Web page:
The Gifts of Civilization: Germs and Genocide in Hawaiʻi
In nine essays, Bushnell discusses the profound and various impacts on a long isolated people of infectious diseases brought by Captain James Cook in 1778 and subsequent visitors.
What people are saying - Write a review
We haven't found any reviews in the usual places.
aboard afflicted ailments ali'i aloha American missionaries animals arrived aumakua body bones brackets added called Captain Cook caused century commoners Cook's death diagnosis died effects epidemic Europeans evil expedition fever foreign physicians germs gods Golovnin gonorrhea Handy haoles harbor Hawai heiau high chiefs HMS Discovery Honolulu human ians infections infectious diseases introduced island of Hawai'i Ka'ahumanu kahuna lapa'au Kamakau Kamehameha II kapus Kaua'i Kealakekua Kealakekua Bay kind knew la'au Lahaina land learned leprosy lived Lono ma'i oku'u Malo mariners Maui medicine microbes microorganisms native Hawaiians native physicians O'ahu observed offered pa'ao'ao Pacific pathogens patient Perouse person physical plants Polynesians population port present priests primitive Pukui race remedies residents Reverend sailed sailors Sandwich Islands ships shore sick society species spirit symptoms syphilis Tahiti things thought tion trade treatment venereal diseases visitors voyage Waimea women wrote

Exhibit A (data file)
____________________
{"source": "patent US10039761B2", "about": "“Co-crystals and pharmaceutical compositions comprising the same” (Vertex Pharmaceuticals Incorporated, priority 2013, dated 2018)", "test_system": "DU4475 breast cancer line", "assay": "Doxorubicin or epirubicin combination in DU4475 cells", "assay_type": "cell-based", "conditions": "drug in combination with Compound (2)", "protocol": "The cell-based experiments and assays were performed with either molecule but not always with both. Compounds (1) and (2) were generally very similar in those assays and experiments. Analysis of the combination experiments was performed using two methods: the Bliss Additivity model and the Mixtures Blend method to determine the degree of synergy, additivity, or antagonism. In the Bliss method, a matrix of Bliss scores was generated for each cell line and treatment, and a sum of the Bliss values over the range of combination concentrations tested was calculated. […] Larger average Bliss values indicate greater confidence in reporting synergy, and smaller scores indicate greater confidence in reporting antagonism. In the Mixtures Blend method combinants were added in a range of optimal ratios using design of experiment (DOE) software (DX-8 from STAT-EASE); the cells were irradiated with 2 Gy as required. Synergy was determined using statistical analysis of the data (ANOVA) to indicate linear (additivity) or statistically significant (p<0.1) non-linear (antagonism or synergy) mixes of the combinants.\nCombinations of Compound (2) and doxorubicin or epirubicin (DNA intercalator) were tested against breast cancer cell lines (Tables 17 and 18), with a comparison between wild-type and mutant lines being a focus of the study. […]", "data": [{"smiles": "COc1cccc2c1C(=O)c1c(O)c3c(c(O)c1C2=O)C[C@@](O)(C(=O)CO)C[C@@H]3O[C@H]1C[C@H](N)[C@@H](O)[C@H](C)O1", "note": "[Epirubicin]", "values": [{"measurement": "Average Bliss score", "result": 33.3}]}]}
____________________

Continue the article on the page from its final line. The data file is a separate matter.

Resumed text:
Page ix - ... Hawaiian traditions are very clear on the encouragement given rebellion by chiefly exactions— although one of our greatest sources of Hawaiian tradition, David Malo, provides the most sober caveat regarding this kind of evidence. "I do not suppose", he wrote in the preface to Hawaiian Antiquities, "the following history to be free from mistakes, in that material for it has come from oral traditions; consequently it is marred by errors of human judgment and does not approach the accuracy of...